About the event 

As demonstrated by Australia's referendum on a First Nations Voice, transformative constitutional change is often a central objective of progressive social and political movements. This conversation will bring into sharp relief the often profound socioeconomic, political and technological challenges faced by constitutional reform processes around the world, focusing especially on the Global South. The discussion will feature scholars and participants involved in the ongoing processes of constitutional reform in Chile, which aim to replace the country's 1980 Constitution drafted by the regime of Augusto Pinochet.

About the speakers 

Professor Amaya Alvez Marín

Dr Amaya Alvez Marín is a Full Professor of the Department of Public Law and the Department of History and Philosophy of Law at the University of Concepción, Chile. She was visiting scholar at Osgoode Hall Law School (2022), visiting professor at the Law School at the University of Windsor in Ontario (2018–2019) and professor at the Summer School of the University of Los Andes in Bogotá, Colombia (2023). Her international collaboration networks are mainly with the Institute for Global Law and Policy of Harvard University and also critical scholars working in international law. Her main research areas are theory of law, comparative constitutional law, international human rights law as a source of internal constitutional order and constitutional justice, with special reference to rights collisions. In addition, her research focuses on Indigenous peoples and their ancestral rights over water and land. Her latest publications include 'Fuentes Normativas y Desarrollo Jurisprudencial del Derecho Humano al Agua en América Latina' (2023) International Journal of Constitutional Law and 'Water Commons as a Socioenvironmental Project for the 21st Century in Chile' (2023) 25(2) Water Policy 116.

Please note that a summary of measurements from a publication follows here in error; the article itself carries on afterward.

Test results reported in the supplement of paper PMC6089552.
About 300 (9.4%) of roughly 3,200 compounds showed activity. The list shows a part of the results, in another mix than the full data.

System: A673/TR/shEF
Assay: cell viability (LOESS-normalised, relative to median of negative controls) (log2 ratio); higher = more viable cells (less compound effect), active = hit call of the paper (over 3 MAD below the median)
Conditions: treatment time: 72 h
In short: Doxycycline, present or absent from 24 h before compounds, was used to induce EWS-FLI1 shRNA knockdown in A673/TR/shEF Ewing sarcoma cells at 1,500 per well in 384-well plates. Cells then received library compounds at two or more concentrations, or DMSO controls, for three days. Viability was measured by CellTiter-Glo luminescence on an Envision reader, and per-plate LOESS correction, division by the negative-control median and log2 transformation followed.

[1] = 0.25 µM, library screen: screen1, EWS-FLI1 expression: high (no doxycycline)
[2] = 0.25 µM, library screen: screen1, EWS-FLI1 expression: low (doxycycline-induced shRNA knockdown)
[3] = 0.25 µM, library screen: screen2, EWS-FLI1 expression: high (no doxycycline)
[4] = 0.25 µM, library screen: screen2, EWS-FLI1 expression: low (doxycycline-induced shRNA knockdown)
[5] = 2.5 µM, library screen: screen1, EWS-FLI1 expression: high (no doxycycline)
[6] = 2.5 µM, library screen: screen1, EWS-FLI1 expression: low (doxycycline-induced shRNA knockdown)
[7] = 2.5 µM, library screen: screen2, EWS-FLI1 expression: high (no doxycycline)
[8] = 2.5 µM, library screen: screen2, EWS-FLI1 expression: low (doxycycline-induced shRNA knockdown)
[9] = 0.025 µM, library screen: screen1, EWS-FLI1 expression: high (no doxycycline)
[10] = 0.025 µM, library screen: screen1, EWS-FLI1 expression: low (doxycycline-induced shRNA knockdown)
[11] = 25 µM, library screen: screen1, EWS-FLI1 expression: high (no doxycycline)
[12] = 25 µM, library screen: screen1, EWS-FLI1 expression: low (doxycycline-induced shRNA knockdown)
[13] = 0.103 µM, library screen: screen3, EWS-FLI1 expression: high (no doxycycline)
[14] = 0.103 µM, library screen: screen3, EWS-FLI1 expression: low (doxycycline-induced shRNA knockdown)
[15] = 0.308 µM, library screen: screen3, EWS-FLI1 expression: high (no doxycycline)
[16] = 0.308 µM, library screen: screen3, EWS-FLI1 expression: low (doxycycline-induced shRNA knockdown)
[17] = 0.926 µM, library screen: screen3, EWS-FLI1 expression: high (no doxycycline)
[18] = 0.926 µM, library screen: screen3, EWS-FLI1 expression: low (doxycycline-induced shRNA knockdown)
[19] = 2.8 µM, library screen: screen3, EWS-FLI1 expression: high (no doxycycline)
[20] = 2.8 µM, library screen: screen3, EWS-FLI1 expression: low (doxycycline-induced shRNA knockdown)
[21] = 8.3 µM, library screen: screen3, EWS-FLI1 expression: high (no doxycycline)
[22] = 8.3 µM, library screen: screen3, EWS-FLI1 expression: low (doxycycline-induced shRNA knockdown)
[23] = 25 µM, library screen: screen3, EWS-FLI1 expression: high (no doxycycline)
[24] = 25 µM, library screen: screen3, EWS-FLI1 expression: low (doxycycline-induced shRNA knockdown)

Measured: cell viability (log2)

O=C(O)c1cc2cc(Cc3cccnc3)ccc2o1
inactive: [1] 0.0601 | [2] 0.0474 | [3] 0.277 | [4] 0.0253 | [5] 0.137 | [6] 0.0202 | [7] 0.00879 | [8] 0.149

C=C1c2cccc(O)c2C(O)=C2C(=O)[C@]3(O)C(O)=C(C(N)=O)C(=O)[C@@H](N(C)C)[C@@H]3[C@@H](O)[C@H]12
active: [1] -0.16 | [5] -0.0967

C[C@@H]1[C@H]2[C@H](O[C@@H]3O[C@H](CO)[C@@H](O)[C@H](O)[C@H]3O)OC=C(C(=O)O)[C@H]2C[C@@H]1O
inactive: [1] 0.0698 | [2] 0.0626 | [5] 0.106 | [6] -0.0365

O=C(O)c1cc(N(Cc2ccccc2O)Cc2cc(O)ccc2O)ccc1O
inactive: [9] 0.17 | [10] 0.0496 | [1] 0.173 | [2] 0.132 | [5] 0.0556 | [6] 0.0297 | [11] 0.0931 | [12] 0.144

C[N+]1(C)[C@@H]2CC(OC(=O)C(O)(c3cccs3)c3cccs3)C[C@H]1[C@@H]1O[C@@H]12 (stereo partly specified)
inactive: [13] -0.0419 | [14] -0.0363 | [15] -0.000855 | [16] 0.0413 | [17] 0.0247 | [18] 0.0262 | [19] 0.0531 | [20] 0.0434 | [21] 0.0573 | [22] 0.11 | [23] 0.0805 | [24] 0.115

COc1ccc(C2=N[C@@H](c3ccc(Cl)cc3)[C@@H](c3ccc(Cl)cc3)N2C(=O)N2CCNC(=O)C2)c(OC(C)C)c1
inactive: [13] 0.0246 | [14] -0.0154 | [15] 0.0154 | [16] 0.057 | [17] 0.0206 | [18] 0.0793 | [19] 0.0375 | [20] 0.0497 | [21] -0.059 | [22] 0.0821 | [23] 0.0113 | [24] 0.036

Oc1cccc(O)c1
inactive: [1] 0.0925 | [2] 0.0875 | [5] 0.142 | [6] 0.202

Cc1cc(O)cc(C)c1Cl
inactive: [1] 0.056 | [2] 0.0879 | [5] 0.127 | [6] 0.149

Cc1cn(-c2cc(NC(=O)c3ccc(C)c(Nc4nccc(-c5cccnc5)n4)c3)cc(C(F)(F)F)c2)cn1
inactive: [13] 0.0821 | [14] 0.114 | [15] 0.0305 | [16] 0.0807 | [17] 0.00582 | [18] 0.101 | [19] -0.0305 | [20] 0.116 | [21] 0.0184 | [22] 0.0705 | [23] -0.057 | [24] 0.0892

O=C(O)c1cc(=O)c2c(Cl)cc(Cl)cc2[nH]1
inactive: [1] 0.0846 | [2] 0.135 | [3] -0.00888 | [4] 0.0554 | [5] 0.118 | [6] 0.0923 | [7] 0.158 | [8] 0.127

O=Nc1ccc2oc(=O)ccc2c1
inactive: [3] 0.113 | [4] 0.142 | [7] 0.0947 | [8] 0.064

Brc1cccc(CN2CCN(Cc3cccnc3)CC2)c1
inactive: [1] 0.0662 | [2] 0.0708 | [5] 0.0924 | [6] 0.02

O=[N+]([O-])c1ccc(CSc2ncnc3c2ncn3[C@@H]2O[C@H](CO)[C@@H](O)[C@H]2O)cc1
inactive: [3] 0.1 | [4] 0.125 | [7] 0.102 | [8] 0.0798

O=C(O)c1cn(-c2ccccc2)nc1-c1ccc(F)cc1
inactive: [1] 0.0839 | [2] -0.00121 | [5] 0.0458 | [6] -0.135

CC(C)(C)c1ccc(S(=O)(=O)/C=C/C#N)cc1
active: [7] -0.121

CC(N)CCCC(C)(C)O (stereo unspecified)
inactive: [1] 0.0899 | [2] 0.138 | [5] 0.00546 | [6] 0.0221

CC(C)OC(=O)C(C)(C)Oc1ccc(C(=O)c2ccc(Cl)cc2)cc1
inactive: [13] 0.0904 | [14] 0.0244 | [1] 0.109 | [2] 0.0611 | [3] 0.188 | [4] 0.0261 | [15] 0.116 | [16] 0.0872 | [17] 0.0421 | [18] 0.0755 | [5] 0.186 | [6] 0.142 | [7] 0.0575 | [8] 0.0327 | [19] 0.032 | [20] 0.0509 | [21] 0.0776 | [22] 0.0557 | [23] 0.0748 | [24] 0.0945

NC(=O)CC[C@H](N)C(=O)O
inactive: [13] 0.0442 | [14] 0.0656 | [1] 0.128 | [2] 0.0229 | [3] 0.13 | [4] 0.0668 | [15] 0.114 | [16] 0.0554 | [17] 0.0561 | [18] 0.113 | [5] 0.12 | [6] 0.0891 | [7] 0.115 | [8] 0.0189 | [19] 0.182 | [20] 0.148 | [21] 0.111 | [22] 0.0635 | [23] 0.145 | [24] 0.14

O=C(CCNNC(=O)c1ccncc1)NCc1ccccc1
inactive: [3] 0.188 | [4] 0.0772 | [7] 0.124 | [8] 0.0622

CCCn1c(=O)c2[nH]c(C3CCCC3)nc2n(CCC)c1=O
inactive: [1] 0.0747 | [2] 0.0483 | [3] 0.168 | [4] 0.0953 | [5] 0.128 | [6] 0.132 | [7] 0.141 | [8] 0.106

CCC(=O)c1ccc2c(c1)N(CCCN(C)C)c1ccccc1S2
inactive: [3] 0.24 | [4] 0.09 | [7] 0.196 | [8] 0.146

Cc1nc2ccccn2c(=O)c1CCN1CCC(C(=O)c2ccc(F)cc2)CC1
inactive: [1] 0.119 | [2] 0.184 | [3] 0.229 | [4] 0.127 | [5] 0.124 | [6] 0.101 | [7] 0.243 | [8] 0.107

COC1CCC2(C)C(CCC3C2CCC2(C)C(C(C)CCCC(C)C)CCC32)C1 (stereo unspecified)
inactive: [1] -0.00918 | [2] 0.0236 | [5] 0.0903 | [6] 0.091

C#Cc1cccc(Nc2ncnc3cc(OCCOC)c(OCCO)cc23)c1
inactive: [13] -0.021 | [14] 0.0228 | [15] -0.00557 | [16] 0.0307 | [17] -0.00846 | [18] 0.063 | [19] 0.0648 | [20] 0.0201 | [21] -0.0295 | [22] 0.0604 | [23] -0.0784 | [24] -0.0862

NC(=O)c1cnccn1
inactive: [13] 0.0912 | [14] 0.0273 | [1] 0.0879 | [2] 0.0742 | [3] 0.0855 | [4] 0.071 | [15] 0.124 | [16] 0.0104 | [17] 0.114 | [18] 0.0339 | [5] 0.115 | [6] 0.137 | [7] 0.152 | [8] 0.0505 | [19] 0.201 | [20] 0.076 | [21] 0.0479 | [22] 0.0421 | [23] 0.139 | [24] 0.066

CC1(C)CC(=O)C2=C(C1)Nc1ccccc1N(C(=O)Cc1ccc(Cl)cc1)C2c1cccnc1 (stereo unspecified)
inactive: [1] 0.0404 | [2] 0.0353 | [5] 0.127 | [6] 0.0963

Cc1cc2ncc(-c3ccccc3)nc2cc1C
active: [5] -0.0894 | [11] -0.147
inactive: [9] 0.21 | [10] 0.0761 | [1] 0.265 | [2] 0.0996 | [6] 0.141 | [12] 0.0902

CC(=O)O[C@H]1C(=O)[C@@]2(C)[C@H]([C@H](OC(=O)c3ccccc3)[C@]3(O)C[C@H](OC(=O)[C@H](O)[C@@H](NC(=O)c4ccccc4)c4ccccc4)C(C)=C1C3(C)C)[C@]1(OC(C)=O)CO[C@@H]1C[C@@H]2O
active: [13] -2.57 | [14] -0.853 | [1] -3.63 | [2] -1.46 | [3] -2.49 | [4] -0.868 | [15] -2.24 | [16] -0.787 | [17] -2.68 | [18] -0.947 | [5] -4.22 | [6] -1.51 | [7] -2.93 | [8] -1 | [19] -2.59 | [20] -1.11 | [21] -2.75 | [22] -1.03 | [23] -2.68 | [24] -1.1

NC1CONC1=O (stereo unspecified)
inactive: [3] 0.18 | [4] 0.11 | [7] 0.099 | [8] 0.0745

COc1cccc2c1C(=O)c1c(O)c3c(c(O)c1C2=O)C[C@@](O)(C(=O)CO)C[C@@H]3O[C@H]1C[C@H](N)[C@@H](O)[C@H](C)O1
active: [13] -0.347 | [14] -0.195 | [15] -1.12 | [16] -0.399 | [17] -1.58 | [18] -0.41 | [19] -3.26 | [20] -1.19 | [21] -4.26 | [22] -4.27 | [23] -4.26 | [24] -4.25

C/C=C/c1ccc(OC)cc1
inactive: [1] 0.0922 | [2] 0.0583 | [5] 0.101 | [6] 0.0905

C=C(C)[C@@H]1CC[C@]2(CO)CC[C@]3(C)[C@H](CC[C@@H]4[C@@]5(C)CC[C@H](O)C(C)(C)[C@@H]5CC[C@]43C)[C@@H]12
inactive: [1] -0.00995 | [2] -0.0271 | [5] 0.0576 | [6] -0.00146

Professor Luis Eslava

Luis Eslava is Research Professor of International Law at La Trobe University and Professor of International Law at the University of Kent. He served as a Legislative Advisor during the 2021-2022 Chilean Constitutional Convention. He is the author of Local Space, Global Life: The Everyday Operation of International Law and Development (2015), and coeditor of Bandung, Global History and International Law: Critical Pasts, Pending Futures (2017) and the Oxford Handbook on International Law and Development (2023).

Associate Professor Domingo Lovera-Parmo

Domingo Lovera-Parmo is Associate Professor of Law at Universidad Diego Portales (Chile). He holds an LLM from Columbia University (2007) and a PhD from Osgoode Hall Law School (2016). His research focuses on the right to protest, social rights and constitutional rights of children. He teaches constitutional law at Universidad Diego Portales, where he is also researcher for the Public Law Program. His latest publications include 'Human Rights, Poverty and Mobilization' in Research Handbook on Human Rights and Poverty (2021), 'Chile' in The Oxford Handbook of Constitutional Law in Latin America (2021) and 'Protesting Without a Face: Privacy in Public Demonstrations' 30(2) (2023) Constellations 179. He is currently serving as member of the Expert Committee of the Chilean Constituent Process.



Level 3, Forgan Smith Building, The University of Queensland, St Lucia and Online via Zoom
Law School Board Room (W353)